Music to Your Ears
By Laura Marrich
Spring Crawl is set for Saturday, April 28, this year. That's three and a half months from now, but I started getting calls from bands asking how they can get on the bill back in October. So, while I truly admire your forethought and tenacity, for the millionth time, don't send me or anyone at the Alibi your demo. Here's Crawl coordinator Joe Anderson on what really works:
Flyer on the Wall
Say goodbye to Below the Sound with one last bust at Burt’s Tiki Lounge (free, 21+) on Friday, Jan. 12. Fivehundred, The Bellmont and Fando say they’ll help with the heavy lifting. (LM)
At Home with Left Brain
Original progressive rock, fresh from the oven
By Amy Dalness
Imagine a metal band at a house party. On ripped-up sofas, overturned chairs, and a floor littered with empty cans and bottles, a crowd moshes wildly as the band trashes its way through the set. A glass vase falls from the shelf, shattering on the tile floor and bringing the party to a halt. The moshers disappear, the sofas are repaired, the cans and bottles are (mostly) gone, but the band remains.
17 Pygmies 13 Blackbirds, 13 Lotus · Mos Def True Magic · Rod Lacy Blacklung
By Marisa Demarco
Who is manning the woodblock on 13 Blackbirds? I can get next to soupy folk ambience, super-blended vocals, even a mellow pace. But there is some woodblock-sounding thing (Or alternately, some other awkward percussion instrument. Is that a triangle?) plinking away in the foreground of a bunch of tracks. I zero in. I tap along. I jam ... with the woodblock. All the careful atmosphere falls away, and it's time for "The Woodblock Hour" with Woody and his Syncopated Block Boys. 13 Lotus, a second disc that remixes a song titled “Lotus,” replaces the woodblock with decent electronic work that provides a nice, unexpected contrast to the folksiness of it all.
T-Rextasy • garage, punk • Mount Ivy • space rock • Emma Lee Toyoda
By August March
Surf-style, fuzzed out and formidably feminist pop-punkers T-Rextasy make an appearance in Albuquerque, at the new home of all things fearsome and fashionable, Burt's Tiki Lounge, on Thursday, March 23. The New York City band—singer Lyris Faron, guitarists Lena Abraham and Vera Kahn, under the rhythmic influences of bassist Annie Fidoten and drummer Ebun Nazon-Power—is known for its arch approach to the genre, generating pure pop nuggets like last year's “Gap Yr Boiz” to deconstruct and decimate a culture they find to be placid and painstakingly pointless. They'll be joined on stage by space rock quartet Mount Ivy and self-described “Seattle-based sadgirlrock” adherents Emma Lee Toyoda. Hmm, the more I think about it while considering this show, the more I imagine that rocanrol is still alive and has a chance against the forces of the future. Find out for yourself if all of that fashion-future-forward stuff is la neta by jaunting on over to Burt's for this 21+ gig, where its always free to go in and have a listen to what will most certainly be.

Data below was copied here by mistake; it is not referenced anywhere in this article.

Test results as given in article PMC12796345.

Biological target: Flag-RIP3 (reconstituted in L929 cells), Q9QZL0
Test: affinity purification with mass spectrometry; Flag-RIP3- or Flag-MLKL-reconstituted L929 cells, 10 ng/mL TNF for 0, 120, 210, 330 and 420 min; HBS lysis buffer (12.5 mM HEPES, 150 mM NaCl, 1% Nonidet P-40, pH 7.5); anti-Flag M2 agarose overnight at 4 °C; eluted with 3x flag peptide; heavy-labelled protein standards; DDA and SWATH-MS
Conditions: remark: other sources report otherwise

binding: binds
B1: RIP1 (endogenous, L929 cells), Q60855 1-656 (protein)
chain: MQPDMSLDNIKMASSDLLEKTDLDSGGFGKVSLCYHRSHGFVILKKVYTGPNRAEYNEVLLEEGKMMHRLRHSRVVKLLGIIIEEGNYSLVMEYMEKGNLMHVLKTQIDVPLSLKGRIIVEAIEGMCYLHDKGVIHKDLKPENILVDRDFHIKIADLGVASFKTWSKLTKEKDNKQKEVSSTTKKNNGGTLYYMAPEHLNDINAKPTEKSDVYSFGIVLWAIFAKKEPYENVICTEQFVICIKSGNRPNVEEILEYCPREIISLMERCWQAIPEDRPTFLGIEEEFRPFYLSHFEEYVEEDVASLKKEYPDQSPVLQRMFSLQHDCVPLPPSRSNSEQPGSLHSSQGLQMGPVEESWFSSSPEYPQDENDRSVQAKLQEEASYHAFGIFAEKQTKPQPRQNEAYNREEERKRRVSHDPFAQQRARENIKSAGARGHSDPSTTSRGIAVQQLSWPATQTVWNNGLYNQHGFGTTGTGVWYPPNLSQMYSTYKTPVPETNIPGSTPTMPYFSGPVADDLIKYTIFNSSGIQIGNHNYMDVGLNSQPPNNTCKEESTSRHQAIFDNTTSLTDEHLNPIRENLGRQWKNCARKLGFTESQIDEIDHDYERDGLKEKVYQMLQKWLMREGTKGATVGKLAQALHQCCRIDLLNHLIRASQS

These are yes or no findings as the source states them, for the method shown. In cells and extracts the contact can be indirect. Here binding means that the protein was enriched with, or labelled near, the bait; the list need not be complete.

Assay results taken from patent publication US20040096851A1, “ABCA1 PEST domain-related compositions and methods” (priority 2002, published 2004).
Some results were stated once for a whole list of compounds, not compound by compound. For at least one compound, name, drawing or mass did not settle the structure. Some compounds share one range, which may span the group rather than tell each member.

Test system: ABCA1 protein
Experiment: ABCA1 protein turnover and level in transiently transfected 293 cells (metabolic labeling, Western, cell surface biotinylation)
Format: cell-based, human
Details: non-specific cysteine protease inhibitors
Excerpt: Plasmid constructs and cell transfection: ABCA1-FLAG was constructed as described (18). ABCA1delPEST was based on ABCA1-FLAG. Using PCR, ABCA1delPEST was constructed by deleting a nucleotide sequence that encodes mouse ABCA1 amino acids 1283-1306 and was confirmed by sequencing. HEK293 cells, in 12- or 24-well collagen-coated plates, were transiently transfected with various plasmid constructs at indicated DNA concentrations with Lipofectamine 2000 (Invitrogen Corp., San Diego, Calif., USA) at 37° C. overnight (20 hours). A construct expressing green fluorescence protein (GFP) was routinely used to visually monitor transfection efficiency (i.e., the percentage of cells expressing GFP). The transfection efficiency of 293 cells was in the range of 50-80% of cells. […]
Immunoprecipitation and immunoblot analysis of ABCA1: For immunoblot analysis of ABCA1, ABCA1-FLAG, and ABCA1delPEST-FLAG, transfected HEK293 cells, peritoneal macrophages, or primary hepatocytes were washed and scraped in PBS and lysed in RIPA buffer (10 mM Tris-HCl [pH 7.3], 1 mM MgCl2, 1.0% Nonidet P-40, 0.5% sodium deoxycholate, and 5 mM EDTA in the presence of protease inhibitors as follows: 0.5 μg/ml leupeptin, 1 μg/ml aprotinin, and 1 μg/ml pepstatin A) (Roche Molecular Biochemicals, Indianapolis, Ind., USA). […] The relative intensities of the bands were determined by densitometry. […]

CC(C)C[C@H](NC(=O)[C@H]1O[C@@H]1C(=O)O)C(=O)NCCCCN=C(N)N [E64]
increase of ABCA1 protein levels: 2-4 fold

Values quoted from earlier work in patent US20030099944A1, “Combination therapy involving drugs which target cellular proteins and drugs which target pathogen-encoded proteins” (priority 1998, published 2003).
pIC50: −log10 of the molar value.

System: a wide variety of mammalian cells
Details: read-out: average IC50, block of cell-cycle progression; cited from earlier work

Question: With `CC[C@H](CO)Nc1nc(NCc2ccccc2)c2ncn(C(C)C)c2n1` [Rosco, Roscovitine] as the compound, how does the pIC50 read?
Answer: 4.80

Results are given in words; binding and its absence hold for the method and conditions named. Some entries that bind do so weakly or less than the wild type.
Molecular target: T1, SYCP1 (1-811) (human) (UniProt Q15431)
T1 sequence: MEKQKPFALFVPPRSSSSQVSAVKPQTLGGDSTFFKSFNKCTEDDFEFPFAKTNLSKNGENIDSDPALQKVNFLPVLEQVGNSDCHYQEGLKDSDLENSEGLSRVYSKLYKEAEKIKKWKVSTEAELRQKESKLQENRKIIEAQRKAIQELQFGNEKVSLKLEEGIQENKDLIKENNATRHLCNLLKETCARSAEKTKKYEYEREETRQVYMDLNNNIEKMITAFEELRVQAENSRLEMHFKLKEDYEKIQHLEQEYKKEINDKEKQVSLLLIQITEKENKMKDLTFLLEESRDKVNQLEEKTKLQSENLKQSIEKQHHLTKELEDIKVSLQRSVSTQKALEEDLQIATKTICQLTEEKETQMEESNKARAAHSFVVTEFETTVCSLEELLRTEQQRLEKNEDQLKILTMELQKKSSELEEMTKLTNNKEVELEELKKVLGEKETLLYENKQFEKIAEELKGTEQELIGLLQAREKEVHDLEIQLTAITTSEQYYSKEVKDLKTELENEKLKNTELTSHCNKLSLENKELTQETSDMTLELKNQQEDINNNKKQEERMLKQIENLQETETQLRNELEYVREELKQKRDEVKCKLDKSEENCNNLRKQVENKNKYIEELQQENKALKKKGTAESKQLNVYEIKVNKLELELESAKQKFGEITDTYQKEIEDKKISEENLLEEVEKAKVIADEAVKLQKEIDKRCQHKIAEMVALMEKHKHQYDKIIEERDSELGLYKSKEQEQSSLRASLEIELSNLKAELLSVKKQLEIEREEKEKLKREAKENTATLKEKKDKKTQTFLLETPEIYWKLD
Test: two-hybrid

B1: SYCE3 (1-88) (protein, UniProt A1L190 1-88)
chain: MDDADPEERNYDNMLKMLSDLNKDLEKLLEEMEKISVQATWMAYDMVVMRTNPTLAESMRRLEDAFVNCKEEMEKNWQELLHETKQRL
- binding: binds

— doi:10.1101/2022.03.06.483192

Kurt Travis • alternative rock • Eidola • Amarrionette
By Megan Reneau
I love Kurt Travis ... I said it! I don't regret it, either! (Well, I actually hardly know the man—i.e. not at all—I just love his music.) I know you won't regret seeing him at The Co-Op alongside the phenomenal bands Eidola and Amarrionette this Saturday, March 25, for only $10. Travis was the lead clean vocalist for notable post-hardcore bands Dance Gavin Dance and A Lot Like Birds. He has expanded his act as a solo musician producing the dazzlingly lovely EPs Wha Happen? (2012), Kurt Travis (2013), Everything Is Beautiful (2014) and the Kurt Travis/Paul Travis Split (2016). Travis creates an acoustic, atmospheric pop sound combined with wailing, lonesome bluegrass-esque vocals. In the newest split EP that he made with his brother, the two have created a delicate mix of Americana, pop and indie rock which is sure to translate well into this incredible performer's repertoire. Be sure not to miss this all-ages show, doors open at 7pm.
Jenna Dunlap • singer-songwriter • Keith Sanchez & the Moon Thieves • folk
By August March
I read a recent review that said Jenna Dunlap's debut recording was “sweet,” with “wistful vocals.” Nothing could be further from the truth. Dunlap—who was recorded by Cinder Cone Media's wizard of an engineer Howard Wulkan for her first studio outing, Out of My Head—is dynamic and thoughtful, with a rumbling, tumbling vocal nuance and muscular musical style that is equal parts Sheryl Crow and Regina Spektor, mixed in with the sometimes plaintive but always hopeful observations of youth transitioning into adulthood. Her voice resonates and she has a great finger-picking style too, knowingly finding chords and arrangements that complement her intense and intelligent vocal treatments. Jenna Dunlap will be having a free CD release party for Out of My Head on Saturday, March 25, so you can hear all of that for yourself and thereby help discourage the use of meaningless musical phrases like "sweet" and "wistful" while supporting the awesome thing—called local music—itself. Keith Sanchez & the Moon Theives will provide folk-appropriate support.
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T-Rextasy • garage, punk • Mount Ivy • space rock • Emma Lee Toyoda at Burts Tiki Lounge
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